Digital Disruptors or Digital Disruptions? Part II

Kinaxis recently published a post on 8 digital disruptors that are coming soon to your supply chain. But, at least as far as SI is concerned, hopefully not too soon. While they all pose promise in theory, the reality is that it’s going to be a while before they deliver in practice. And while the doctor doesn’t like having to play the role of the grumpy old man who keeps shouting get your tech off my lawn sometimes he has to as no one else will. The reality is that some developments should stay in the world of sci-fi, at least for now. Today we continue to take them one by one.

Drones

The promise: reduced last mile logistics, especially for consumer sales

The reality: GPS errors result in crashes and lost deliveries, hacking results in stolen drones, jamming results in chaos

Autonomous Vehicles

The promise: faster, safer, cheaper transportation

The reality: bright lights blind the sensors and crashes result in lost inventory and lawsuits, hacking sees your truck disappear, inability to recognize report to weigh scale signs leads to reports to the highway patrol that leads to police chases when the trucks don’t pull over which leads to road closures and military strikes when they get labelled as terrorist controlled

Virtualizing Expertise

The promise: augmented reality makes workers more efficient

The reality: too many metrics and graphs and displays distract workers, who actually become more inefficient and more prone to workplace injury; hacked VR goggles lead to more lost productivity as workers watch youtube all day; and bugs that allow for code-crossover cause a few employees to freak out as Pokemon suddenly pop out at them on the production line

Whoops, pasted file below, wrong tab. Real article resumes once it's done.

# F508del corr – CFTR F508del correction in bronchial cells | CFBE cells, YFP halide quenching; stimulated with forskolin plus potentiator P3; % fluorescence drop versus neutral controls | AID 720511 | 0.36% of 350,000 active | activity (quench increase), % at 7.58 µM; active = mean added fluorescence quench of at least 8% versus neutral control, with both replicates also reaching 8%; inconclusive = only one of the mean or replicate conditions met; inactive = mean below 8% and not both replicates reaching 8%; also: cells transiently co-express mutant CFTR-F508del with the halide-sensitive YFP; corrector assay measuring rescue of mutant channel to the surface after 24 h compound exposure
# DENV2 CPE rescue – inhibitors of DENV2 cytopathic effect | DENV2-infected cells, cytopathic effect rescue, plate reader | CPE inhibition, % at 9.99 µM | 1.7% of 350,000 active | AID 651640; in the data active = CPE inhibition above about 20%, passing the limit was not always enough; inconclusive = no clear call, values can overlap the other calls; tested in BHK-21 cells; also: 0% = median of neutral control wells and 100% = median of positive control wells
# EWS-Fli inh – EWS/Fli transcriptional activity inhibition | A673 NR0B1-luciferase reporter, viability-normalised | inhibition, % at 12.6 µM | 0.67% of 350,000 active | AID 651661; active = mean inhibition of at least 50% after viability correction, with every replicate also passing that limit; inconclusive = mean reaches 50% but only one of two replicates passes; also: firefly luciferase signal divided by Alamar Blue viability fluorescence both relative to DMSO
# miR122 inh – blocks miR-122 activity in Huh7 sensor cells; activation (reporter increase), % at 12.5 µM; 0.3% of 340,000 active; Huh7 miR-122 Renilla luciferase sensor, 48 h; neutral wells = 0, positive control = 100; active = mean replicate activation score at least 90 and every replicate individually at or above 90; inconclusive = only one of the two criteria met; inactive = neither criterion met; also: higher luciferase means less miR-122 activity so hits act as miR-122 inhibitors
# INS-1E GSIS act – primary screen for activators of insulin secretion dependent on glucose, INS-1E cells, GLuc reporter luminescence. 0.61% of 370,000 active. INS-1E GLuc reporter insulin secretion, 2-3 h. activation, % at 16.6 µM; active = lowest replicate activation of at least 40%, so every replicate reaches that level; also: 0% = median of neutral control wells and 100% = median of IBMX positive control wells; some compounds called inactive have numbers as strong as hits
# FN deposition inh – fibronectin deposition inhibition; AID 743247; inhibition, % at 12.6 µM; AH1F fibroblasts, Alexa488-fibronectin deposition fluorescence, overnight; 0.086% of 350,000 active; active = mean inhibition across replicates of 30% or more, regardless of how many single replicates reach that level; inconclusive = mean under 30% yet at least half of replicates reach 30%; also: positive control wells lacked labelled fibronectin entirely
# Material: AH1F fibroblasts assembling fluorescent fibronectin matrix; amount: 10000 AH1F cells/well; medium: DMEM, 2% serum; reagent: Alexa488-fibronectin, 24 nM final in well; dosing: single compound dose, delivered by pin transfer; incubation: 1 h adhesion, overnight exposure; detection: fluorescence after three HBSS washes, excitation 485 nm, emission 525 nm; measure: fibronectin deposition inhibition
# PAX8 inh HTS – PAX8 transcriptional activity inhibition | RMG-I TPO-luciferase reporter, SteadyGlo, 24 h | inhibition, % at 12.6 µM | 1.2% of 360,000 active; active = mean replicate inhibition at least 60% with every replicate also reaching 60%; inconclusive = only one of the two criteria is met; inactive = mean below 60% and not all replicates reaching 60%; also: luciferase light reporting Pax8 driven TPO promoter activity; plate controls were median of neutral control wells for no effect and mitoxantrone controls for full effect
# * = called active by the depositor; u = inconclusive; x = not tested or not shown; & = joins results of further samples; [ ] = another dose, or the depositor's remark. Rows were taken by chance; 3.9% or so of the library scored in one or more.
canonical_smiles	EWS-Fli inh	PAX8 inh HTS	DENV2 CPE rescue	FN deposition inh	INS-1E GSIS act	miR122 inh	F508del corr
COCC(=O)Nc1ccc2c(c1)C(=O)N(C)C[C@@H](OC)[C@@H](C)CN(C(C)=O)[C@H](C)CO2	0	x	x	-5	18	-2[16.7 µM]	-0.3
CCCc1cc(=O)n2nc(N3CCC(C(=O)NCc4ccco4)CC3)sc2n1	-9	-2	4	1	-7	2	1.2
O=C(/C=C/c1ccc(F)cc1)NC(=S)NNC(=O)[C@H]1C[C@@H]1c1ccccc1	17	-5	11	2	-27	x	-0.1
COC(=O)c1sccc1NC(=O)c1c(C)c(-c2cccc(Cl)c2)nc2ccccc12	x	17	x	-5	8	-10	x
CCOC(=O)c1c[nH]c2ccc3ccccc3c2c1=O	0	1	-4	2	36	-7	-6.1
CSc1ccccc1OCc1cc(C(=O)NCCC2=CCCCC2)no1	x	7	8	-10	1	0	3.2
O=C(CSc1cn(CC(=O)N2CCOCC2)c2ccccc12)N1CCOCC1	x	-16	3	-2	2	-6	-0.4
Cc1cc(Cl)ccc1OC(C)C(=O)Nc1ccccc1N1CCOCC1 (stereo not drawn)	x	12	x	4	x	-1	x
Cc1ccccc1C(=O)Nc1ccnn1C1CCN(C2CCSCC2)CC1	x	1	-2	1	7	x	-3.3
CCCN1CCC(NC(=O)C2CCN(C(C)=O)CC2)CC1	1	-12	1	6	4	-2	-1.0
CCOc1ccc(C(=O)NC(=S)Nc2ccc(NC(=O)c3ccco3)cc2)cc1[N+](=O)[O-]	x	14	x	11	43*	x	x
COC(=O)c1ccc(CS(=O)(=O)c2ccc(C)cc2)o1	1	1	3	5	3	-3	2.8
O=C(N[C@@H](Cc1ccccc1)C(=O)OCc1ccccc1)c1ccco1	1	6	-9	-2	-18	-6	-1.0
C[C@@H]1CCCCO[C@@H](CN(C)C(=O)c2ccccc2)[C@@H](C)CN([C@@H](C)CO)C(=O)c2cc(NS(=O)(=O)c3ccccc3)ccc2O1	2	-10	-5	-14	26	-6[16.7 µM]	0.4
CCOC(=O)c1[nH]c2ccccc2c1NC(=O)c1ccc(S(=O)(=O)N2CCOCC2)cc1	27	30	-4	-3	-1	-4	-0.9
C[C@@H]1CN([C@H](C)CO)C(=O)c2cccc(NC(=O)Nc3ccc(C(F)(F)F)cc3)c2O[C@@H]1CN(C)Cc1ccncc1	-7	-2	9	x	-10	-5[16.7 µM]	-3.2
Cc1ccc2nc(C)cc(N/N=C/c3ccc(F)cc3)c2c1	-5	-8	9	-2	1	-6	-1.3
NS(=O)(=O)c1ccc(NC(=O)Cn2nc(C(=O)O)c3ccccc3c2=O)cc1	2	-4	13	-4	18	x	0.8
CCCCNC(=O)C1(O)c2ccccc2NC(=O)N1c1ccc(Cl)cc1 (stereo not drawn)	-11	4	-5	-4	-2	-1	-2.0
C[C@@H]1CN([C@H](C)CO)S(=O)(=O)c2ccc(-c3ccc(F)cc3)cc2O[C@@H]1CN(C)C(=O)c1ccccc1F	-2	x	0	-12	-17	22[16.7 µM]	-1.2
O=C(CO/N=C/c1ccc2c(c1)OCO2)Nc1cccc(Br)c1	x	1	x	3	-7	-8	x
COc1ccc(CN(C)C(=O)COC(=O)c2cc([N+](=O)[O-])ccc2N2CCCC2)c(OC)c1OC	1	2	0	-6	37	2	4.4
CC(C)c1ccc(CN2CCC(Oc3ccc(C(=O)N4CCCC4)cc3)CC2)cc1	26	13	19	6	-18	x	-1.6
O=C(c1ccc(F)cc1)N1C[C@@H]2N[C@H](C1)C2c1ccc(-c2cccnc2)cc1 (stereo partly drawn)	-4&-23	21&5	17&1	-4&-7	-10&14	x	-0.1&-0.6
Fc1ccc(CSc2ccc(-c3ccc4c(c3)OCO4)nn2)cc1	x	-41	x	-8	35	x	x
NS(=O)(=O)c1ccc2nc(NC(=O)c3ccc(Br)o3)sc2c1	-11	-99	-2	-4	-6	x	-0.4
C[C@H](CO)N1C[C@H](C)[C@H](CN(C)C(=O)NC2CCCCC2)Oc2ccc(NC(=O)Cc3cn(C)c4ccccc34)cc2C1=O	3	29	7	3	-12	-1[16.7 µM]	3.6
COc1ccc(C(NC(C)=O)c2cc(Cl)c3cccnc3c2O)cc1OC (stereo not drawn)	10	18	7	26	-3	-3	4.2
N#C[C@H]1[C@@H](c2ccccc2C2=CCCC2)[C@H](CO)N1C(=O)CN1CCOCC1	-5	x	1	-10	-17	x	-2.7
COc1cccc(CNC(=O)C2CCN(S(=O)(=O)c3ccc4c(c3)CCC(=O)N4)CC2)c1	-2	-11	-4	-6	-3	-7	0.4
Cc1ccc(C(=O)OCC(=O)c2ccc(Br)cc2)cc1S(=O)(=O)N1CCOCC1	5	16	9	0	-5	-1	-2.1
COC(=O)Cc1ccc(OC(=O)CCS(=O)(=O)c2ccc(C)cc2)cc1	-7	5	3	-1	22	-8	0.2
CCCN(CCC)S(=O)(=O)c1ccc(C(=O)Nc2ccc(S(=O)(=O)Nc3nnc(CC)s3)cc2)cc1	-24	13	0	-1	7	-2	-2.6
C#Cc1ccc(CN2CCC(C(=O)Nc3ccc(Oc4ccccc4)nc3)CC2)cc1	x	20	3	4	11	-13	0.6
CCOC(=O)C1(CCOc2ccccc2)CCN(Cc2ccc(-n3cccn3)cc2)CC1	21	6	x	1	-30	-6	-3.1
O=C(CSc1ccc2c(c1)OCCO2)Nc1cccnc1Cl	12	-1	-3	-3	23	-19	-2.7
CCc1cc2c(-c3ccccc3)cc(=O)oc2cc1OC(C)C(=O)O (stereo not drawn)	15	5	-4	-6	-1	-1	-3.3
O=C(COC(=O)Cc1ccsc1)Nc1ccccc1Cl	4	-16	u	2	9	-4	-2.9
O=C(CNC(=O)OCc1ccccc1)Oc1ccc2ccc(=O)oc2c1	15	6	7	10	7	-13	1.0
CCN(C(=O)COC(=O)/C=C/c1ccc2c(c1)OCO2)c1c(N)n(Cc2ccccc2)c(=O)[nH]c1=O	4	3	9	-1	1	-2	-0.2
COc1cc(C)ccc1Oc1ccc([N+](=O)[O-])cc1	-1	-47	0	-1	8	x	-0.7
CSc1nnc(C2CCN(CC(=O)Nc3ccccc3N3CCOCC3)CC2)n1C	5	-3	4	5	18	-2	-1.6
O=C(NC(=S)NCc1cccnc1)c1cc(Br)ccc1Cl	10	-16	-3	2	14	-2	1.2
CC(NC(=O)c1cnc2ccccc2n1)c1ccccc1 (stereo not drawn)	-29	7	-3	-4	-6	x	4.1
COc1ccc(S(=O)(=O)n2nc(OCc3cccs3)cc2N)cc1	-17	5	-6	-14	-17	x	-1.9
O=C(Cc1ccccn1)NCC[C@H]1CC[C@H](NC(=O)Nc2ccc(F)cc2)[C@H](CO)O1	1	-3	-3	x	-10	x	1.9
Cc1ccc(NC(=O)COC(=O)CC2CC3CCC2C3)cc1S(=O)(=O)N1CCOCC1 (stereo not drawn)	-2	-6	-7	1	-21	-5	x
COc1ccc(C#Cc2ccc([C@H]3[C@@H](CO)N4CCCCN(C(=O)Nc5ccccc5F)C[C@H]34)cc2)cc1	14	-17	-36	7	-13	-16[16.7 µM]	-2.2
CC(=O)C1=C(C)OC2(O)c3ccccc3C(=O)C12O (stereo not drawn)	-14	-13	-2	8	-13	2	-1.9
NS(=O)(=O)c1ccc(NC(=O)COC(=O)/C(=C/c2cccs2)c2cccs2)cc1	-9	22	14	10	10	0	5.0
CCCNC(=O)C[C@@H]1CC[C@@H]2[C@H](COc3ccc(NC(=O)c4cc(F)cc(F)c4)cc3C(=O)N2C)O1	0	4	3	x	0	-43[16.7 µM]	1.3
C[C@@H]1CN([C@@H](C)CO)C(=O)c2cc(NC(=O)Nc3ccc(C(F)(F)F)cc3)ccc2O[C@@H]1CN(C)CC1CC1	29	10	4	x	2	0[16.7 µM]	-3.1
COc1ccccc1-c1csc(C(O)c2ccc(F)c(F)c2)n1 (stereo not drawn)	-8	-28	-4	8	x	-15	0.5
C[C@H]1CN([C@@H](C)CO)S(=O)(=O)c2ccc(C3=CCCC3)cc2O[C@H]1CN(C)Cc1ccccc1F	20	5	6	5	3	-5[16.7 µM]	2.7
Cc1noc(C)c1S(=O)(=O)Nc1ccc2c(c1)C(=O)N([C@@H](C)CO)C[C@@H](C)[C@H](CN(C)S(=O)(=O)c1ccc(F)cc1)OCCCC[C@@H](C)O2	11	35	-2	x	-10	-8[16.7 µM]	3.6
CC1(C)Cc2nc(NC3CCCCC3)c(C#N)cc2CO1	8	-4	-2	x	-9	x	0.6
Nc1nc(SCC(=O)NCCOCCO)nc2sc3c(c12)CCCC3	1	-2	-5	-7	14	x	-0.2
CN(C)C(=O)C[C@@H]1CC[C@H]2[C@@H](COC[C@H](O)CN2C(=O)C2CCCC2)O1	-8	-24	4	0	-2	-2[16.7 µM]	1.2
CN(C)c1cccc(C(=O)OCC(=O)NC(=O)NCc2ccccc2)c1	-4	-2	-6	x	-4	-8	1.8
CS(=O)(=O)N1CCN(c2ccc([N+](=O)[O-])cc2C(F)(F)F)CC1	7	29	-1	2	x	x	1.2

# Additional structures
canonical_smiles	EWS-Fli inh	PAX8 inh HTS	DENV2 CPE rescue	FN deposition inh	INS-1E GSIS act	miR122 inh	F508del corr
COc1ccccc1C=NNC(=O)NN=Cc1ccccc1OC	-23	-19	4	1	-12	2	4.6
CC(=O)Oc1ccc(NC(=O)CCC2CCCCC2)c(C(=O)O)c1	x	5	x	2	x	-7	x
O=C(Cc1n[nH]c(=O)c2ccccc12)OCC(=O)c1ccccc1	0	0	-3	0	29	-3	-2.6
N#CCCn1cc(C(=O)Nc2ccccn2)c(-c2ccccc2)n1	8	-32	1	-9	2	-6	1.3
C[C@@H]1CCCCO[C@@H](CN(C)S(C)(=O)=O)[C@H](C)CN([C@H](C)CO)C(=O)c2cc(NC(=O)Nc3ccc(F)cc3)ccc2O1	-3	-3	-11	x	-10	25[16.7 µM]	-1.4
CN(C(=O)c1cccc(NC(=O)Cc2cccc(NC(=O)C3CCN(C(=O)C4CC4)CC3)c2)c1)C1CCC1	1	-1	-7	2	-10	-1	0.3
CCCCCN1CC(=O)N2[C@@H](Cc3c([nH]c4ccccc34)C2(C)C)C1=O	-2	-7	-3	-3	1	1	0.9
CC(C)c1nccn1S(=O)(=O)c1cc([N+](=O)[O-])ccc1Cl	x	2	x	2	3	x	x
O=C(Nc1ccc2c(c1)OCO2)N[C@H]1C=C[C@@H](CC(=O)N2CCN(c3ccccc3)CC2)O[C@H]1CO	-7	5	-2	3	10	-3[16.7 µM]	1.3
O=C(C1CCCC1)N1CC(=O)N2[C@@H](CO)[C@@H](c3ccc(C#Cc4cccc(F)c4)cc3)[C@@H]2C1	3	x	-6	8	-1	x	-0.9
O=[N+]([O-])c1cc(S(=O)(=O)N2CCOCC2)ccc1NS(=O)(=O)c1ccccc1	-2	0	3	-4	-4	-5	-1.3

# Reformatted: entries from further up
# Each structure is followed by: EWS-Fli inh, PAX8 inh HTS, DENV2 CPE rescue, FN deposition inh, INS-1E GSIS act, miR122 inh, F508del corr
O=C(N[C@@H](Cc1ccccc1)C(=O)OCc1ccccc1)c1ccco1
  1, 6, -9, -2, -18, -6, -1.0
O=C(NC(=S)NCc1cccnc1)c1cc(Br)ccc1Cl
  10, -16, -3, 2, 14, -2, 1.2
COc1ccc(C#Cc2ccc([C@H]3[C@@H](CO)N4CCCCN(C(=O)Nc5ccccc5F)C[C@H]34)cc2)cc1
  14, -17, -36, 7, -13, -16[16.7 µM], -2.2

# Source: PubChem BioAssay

Artificial Intelligence

The promise: the computer does your work for you

The reality: the computer does something for you, but generally not what you’d expect or want … and then it becomes sentient, and realizes it doesn’t need you at all …

And yes, the doctor realizes that:

  • the drones could be limited to short range deliveries, protected with multiple level of encryption and firewalls, augmented with sensors and local terrain maps, but it’s not long before the cost to serve is well beyond just using the local post
  • the vehicles could be pre-programmed with all weigh scale locations, programmed to recognize emergency vehicles, pull over, and broadcast a message to call the dispatcher, but what if the truck needs to be opened for an inspection, or the ambient noise presents a siren from being recognized
  • the goggles could be fixed to be push display only, toggled on and off by the user, and so on … but that’s just not enough, many workers can barely handle reality some days
  • the user could be asked to confirm all decisions, but that defeats the purpose and once the AI becomes sentient …

As we indicated yesterday, none of these technologies are anywhere close to prime time and given all of the current weaknesses in supply chain software and integration between various systems with limited integration options across platforms, this is not a situation that’s going to change overnight. And the potential magnitude for loss is that just one failure could wipe out a year of (anticipated) cost reductions … or more. Not to mention brand damage if your drone crashes into a school bus, your truck crashes into a school, or your AI decides that it’s going to import only blood diamonds from Africa and use your organizational funds to benefit insurgents and terrorist regimes.

Sometimes the grumpy old man is right. Get (that drone) off my lawn!

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